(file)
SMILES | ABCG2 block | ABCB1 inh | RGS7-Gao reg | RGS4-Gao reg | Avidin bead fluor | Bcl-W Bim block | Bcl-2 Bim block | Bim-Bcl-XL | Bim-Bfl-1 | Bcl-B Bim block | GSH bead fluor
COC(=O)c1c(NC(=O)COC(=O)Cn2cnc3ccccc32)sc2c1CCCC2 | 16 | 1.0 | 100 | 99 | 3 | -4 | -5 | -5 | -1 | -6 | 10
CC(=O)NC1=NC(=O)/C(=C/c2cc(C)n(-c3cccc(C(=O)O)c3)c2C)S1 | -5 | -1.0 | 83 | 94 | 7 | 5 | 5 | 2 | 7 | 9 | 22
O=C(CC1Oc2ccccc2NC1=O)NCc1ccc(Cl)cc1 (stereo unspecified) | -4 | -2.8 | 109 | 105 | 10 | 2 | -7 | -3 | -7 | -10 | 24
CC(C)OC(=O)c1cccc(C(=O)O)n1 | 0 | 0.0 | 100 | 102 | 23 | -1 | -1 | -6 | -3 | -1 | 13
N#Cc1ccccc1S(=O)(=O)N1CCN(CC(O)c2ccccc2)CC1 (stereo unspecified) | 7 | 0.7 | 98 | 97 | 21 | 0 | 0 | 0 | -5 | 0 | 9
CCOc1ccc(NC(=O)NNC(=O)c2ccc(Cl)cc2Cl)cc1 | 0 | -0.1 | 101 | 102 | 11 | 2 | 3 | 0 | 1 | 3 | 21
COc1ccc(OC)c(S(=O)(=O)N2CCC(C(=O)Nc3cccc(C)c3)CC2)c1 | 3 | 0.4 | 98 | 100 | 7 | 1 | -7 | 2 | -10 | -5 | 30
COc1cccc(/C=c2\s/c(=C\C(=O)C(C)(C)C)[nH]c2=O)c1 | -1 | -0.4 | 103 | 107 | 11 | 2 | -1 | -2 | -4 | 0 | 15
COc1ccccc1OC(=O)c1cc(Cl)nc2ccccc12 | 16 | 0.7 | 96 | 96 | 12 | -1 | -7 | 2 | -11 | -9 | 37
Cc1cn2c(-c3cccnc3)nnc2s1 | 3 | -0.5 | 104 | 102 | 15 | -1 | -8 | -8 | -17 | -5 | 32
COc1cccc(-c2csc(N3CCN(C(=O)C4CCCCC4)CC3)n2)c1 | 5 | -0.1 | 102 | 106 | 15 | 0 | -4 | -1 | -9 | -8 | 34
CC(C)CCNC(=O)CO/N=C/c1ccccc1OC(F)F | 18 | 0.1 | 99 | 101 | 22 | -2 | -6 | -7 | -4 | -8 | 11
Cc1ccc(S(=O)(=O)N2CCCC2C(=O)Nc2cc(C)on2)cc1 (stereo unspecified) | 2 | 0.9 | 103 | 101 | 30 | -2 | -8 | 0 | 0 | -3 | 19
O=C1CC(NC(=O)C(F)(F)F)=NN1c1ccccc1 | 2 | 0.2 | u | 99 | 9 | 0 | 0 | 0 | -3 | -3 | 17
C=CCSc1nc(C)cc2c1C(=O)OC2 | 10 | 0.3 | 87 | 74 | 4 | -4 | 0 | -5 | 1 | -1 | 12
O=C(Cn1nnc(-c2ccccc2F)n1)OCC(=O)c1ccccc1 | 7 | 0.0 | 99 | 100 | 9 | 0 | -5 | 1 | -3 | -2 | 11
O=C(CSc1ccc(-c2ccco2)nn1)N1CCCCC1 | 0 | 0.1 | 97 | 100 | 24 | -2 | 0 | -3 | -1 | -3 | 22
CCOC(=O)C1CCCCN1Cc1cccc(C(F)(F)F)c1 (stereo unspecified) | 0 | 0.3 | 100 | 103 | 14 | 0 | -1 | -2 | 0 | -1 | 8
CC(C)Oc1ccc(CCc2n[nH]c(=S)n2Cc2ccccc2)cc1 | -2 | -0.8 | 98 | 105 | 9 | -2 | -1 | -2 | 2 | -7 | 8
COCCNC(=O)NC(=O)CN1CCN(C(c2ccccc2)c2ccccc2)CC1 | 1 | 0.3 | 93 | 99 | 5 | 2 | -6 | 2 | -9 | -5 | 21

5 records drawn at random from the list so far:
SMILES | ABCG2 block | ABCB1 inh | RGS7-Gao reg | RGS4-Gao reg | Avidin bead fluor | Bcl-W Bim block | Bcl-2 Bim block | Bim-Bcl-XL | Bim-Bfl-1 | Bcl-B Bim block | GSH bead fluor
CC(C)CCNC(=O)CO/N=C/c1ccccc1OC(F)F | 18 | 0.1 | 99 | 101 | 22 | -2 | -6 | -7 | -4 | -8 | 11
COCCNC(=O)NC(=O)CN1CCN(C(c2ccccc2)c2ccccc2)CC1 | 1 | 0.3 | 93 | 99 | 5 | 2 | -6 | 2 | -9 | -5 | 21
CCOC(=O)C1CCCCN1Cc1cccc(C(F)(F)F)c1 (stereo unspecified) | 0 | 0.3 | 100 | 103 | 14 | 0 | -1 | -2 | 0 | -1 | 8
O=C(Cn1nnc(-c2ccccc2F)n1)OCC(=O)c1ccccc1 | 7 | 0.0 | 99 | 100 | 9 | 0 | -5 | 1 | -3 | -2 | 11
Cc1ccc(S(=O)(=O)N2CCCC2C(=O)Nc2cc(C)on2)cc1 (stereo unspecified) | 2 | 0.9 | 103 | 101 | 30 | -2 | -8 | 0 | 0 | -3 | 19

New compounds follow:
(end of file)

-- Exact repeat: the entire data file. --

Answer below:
SMILES | ABCG2 block | ABCB1 inh | RGS7-Gao reg | RGS4-Gao reg | Avidin bead fluor | Bcl-W Bim block | Bcl-2 Bim block | Bim-Bcl-XL | Bim-Bfl-1 | Bcl-B Bim block | GSH bead fluor
COC(=O)c1c(NC(=O)COC(=O)Cn2cnc3ccccc32)sc2c1CCCC2 | 16 | 1.0 | 100 | 99 | 3 | -4 | -5 | -5 | -1 | -6 | 10
CC(=O)NC1=NC(=O)/C(=C/c2cc(C)n(-c3cccc(C(=O)O)c3)c2C)S1 | -5 | -1.0 | 83 | 94 | 7 | 5 | 5 | 2 | 7 | 9 | 22
O=C(CC1Oc2ccccc2NC1=O)NCc1ccc(Cl)cc1 (stereo unspecified) | -4 | -2.8 | 109 | 105 | 10 | 2 | -7 | -3 | -7 | -10 | 24
CC(C)OC(=O)c1cccc(C(=O)O)n1 | 0 | 0.0 | 100 | 102 | 23 | -1 | -1 | -6 | -3 | -1 | 13
N#Cc1ccccc1S(=O)(=O)N1CCN(CC(O)c2ccccc2)CC1 (stereo unspecified) | 7 | 0.7 | 98 | 97 | 21 | 0 | 0 | 0 | -5 | 0 | 9
CCOc1ccc(NC(=O)NNC(=O)c2ccc(Cl)cc2Cl)cc1 | 0 | -0.1 | 101 | 102 | 11 | 2 | 3 | 0 | 1 | 3 | 21
COc1ccc(OC)c(S(=O)(=O)N2CCC(C(=O)Nc3cccc(C)c3)CC2)c1 | 3 | 0.4 | 98 | 100 | 7 | 1 | -7 | 2 | -10 | -5 | 30
COc1cccc(/C=c2\s/c(=C\C(=O)C(C)(C)C)[nH]c2=O)c1 | -1 | -0.4 | 103 | 107 | 11 | 2 | -1 | -2 | -4 | 0 | 15
COc1ccccc1OC(=O)c1cc(Cl)nc2ccccc12 | 16 | 0.7 | 96 | 96 | 12 | -1 | -7 | 2 | -11 | -9 | 37
Cc1cn2c(-c3cccnc3)nnc2s1 | 3 | -0.5 | 104 | 102 | 15 | -1 | -8 | -8 | -17 | -5 | 32
COc1cccc(-c2csc(N3CCN(C(=O)C4CCCCC4)CC3)n2)c1 | 5 | -0.1 | 102 | 106 | 15 | 0 | -4 | -1 | -9 | -8 | 34
CC(C)CCNC(=O)CO/N=C/c1ccccc1OC(F)F | 18 | 0.1 | 99 | 101 | 22 | -2 | -6 | -7 | -4 | -8 | 11
Cc1ccc(S(=O)(=O)N2CCCC2C(=O)Nc2cc(C)on2)cc1 (stereo unspecified) | 2 | 0.9 | 103 | 101 | 30 | -2 | -8 | 0 | 0 | -3 | 19
O=C1CC(NC(=O)C(F)(F)F)=NN1c1ccccc1 | 2 | 0.2 | u | 99 | 9 | 0 | 0 | 0 | -3 | -3 | 17
C=CCSc1nc(C)cc2c1C(=O)OC2 | 10 | 0.3 | 87 | 74 | 4 | -4 | 0 | -5 | 1 | -1 | 12
O=C(Cn1nnc(-c2ccccc2F)n1)OCC(=O)c1ccccc1 | 7 | 0.0 | 99 | 100 | 9 | 0 | -5 | 1 | -3 | -2 | 11
O=C(CSc1ccc(-c2ccco2)nn1)N1CCCCC1 | 0 | 0.1 | 97 | 100 | 24 | -2 | 0 | -3 | -1 | -3 | 22
CCOC(=O)C1CCCCN1Cc1cccc(C(F)(F)F)c1 (stereo unspecified) | 0 | 0.3 | 100 | 103 | 14 | 0 | -1 | -2 | 0 | -1 | 8
CC(C)Oc1ccc(CCc2n[nH]c(=S)n2Cc2ccccc2)cc1 | -2 | -0.8 | 98 | 105 | 9 | -2 | -1 | -2 | 2 | -7 | 8
COCCNC(=O)NC(=O)CN1CCN(C(c2ccccc2)c2ccccc2)CC1 | 1 | 0.3 | 93 | 99 | 5 | 2 | -6 | 2 | -9 | -5 | 21

5 records drawn at random from the list so far:
SMILES | ABCG2 block | ABCB1 inh | RGS7-Gao reg | RGS4-Gao reg | Avidin bead fluor | Bcl-W Bim block | Bcl-2 Bim block | Bim-Bcl-XL | Bim-Bfl-1 | Bcl-B Bim block | GSH bead fluor
CC(C)CCNC(=O)CO/N=C/c1ccccc1OC(F)F | 18 | 0.1 | 99 | 101 | 22 | -2 | -6 | -7 | -4 | -8 | 11
COCCNC(=O)NC(=O)CN1CCN(C(c2ccccc2)c2ccccc2)CC1 | 1 | 0.3 | 93 | 99 | 5 | 2 | -6 | 2 | -9 | -5 | 21
CCOC(=O)C1CCCCN1Cc1cccc(C(F)(F)F)c1 (stereo unspecified) | 0 | 0.3 | 100 | 103 | 14 | 0 | -1 | -2 | 0 | -1 | 8
O=C(Cn1nnc(-c2ccccc2F)n1)OCC(=O)c1ccccc1 | 7 | 0.0 | 99 | 100 | 9 | 0 | -5 | 1 | -3 | -2 | 11
Cc1ccc(S(=O)(=O)N2CCCC2C(=O)Nc2cc(C)on2)cc1 (stereo unspecified) | 2 | 0.9 | 103 | 101 | 30 | -2 | -8 | 0 | 0 | -3 | 19

New compounds follow: